cakes and cupcakes

Birthday babycakes

The birthday babycakes with kick
I love birthday surprises! One of the best is a box full of baked fun - cake, cup cakes or cookies.  But if your birthday boy or girl lives far from you, shipping becomes a problem.

For instance, I recently wanted to make a birthday cake for a friend, but I had to mail the gift so I decided to make cupcakes with a cream filling rather than an icing - less mess, neater to ship.

My friend is a wonderful person (or he wouldn't be my friend, right) and he deserves a birthday treat which reflects his special self. His favorite cake is chocolate, a solid choice, but he is not a predictable man.  He's solid yet mysterious, so his chocolate cake had to be just as complex and intriguing. 

The recipe I wanted to use was for a Mexican Chocolate Cake because it already is a chocolate cake with a rich, spicy difference.  But, it needed an extra special something - a more complex flavor. The natural choice was chili because it has just the right, unexpected zip, and a bit of savory  to balance the sweet.

adapted from

Chocolate Chili Birthday BabycakesGood and gooey batter


1 stick butter 
1/2 cup oil
4 tablespoons cocoa
1/2 cup 70% bittersweet chocolate chips
1 cup water
3 cups unsifted flour
1 teaspoon baking soda
2 cups sugar
1/2 cup sour milk (buttermilk)
2 eggs, beaten
1 teaspoon cinnamon
1 teaspoon vanilla 
1/4 teaspoon salt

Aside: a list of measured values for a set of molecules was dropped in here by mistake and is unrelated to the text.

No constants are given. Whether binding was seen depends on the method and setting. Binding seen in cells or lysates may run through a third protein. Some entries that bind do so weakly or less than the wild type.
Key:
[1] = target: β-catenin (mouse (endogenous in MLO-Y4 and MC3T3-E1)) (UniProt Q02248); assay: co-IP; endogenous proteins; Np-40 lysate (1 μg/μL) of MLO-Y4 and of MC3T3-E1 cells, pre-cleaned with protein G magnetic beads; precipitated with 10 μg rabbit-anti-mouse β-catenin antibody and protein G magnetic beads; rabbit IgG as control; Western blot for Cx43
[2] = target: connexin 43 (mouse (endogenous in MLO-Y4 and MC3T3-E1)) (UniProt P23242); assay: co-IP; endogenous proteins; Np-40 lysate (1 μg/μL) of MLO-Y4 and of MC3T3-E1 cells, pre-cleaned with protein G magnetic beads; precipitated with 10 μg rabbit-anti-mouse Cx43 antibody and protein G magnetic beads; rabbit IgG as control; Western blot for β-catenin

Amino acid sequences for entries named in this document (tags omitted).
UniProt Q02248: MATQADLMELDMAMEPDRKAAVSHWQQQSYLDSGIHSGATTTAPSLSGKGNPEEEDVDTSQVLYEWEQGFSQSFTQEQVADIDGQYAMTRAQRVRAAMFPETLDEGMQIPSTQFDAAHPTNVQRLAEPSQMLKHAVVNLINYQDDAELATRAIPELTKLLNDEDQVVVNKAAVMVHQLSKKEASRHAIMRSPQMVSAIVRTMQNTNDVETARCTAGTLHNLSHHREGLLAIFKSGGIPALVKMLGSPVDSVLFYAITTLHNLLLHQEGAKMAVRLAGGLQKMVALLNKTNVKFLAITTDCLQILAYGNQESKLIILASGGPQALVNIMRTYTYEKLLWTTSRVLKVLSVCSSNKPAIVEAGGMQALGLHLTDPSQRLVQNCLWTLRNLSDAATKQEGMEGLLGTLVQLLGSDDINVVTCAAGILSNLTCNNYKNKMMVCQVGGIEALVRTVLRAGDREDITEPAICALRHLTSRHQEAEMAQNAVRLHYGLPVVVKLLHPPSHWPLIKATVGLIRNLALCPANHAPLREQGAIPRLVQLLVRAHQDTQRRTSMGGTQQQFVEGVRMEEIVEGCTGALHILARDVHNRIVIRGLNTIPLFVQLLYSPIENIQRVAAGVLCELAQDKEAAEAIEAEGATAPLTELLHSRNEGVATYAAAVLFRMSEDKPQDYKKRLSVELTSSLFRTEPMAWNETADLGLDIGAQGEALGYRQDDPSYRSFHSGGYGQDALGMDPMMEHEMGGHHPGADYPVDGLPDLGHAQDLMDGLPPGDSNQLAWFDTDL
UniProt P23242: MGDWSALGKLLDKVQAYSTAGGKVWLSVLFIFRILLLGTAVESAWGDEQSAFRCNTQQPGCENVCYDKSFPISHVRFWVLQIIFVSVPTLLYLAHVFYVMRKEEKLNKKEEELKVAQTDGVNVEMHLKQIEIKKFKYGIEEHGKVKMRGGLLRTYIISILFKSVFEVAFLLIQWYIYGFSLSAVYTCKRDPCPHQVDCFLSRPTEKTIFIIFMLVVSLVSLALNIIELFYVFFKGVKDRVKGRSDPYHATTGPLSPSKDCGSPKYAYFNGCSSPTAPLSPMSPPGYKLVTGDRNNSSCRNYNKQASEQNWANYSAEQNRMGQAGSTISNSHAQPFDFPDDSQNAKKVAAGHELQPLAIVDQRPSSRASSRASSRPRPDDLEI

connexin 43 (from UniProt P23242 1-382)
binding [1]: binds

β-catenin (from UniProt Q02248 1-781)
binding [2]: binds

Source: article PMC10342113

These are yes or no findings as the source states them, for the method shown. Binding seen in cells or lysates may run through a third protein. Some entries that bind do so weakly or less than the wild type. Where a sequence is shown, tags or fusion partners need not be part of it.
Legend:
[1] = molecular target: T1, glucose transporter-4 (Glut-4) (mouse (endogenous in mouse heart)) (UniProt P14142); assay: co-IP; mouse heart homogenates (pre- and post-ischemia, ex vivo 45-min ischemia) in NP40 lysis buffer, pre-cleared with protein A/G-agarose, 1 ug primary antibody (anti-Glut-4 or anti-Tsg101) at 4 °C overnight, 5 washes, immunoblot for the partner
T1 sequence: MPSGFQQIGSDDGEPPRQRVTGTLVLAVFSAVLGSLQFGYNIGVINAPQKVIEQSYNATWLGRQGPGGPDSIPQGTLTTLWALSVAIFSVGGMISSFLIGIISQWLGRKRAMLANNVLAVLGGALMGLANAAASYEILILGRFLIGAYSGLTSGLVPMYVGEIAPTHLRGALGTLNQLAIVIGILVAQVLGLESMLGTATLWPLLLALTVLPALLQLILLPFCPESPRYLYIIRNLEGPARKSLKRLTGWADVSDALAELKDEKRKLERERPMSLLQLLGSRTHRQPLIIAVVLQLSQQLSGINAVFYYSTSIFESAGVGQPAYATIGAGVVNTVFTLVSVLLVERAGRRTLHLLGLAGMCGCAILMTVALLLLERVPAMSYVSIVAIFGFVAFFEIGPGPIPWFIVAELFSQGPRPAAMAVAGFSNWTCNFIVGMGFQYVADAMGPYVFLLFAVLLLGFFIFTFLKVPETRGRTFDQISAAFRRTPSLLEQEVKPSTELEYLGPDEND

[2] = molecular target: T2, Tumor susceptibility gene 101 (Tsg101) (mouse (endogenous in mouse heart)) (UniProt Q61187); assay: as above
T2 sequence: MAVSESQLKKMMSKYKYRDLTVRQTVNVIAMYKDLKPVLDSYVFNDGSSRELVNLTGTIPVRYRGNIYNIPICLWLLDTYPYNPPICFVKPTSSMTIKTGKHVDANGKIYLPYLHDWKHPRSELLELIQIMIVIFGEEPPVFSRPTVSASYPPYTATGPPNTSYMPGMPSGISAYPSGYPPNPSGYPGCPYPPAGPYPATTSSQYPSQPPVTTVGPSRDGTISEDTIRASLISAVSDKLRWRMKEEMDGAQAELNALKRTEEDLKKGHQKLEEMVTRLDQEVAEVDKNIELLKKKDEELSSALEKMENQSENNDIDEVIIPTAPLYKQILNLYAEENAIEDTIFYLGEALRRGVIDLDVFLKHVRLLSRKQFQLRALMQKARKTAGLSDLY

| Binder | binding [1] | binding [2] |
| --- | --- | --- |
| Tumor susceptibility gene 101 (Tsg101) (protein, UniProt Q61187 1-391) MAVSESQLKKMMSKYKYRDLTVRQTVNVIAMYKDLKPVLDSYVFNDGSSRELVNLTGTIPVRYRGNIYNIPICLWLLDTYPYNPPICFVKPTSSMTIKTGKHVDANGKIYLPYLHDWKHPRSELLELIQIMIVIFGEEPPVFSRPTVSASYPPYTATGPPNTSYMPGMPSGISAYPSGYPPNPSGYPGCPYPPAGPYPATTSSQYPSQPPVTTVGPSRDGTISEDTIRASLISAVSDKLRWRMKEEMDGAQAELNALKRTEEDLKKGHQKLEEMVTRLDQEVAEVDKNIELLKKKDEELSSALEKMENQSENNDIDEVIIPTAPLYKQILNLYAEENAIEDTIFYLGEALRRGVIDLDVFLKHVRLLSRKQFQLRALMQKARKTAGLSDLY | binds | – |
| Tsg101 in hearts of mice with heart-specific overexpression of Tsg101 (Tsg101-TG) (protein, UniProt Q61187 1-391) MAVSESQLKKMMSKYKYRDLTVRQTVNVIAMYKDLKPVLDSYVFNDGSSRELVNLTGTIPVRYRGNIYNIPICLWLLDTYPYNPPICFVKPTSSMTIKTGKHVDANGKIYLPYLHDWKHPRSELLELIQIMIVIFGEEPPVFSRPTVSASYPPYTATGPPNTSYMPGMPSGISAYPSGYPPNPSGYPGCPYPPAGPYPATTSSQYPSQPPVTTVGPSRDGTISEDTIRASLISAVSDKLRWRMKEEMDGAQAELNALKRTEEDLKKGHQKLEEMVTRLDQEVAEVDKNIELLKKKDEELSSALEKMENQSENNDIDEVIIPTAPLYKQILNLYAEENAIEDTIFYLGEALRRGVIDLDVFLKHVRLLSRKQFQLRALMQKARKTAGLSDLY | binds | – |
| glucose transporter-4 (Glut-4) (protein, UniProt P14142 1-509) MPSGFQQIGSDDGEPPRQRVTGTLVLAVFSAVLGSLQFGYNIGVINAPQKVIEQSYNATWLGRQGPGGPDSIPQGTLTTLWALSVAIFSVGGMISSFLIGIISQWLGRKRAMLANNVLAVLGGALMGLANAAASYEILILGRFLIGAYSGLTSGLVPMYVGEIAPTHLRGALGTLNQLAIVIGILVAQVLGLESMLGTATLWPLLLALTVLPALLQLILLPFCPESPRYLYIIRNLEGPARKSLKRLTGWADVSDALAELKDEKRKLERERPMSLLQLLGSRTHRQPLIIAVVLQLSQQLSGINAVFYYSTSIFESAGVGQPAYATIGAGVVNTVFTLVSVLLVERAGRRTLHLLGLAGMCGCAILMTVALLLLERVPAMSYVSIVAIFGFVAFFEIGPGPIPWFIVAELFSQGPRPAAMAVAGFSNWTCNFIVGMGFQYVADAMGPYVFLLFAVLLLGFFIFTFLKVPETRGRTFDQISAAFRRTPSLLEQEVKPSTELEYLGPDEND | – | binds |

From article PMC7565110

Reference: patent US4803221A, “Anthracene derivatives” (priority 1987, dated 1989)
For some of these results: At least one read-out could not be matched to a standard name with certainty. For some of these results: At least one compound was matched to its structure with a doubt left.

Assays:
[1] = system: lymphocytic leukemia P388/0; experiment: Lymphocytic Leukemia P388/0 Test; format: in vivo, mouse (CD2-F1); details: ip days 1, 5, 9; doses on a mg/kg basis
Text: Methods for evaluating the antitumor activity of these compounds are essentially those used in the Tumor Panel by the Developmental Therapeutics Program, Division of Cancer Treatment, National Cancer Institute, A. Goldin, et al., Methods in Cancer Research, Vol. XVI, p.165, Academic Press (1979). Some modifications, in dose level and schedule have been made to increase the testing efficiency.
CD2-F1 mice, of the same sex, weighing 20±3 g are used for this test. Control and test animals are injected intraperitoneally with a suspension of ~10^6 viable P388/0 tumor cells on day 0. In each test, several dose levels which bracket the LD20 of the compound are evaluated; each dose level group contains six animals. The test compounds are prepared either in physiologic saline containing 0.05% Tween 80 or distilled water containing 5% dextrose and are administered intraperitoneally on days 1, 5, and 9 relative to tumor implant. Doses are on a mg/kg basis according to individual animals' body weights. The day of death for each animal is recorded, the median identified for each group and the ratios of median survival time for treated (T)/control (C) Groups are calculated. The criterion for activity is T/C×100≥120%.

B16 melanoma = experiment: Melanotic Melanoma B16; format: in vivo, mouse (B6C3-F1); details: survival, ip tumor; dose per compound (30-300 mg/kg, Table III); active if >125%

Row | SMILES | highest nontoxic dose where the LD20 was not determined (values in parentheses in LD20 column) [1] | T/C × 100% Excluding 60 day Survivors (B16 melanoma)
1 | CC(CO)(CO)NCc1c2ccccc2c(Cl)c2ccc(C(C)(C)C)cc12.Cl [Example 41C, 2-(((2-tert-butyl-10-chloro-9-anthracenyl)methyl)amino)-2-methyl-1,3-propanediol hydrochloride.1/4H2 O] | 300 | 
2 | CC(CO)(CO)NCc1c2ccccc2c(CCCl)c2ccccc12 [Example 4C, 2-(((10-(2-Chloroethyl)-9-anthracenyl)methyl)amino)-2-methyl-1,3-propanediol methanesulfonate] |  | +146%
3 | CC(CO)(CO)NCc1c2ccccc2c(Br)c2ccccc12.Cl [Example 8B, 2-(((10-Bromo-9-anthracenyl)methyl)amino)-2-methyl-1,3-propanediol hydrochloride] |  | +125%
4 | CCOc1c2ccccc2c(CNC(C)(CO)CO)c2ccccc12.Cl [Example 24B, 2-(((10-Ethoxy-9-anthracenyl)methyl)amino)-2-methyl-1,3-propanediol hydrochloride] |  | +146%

1/4 teaspoon cayenne pepper


1. Preheat oven to 350 degrees. Combine butter, oil, cocoa, chocolate chips and water in sauce pan. Heat until  all are melted and smooth. 

2. Combine flour, baking soda, sugar, milk, eggs, cinnamon, vanilla, cayenne pepper and salt in a large bowl, mixing well, then combine with first mixture until batter is smooth.  Do not over mix.

3. Pour batter into either a greased and floured cupcake pan or one that is lined with festive  paper cups. Bake 15 to 18 minutes, adjusting time according to your oven.

4. Five minutes before the cake is done, prepare a butter cream icing. Let cake cool before you pipe the icing into the center of each cupcake. This is done by inserting the start tip of your butter cream-filled pastry bag into the center of the cake and forcing the icing into the cake's center while slowly removing the tip.

The recipe called for margarine, but like the original author, I prefer the depth and richness of butter. I also wanted to add a bit of a kick to my cake, so I added 1/4 teaspoon of cayenne.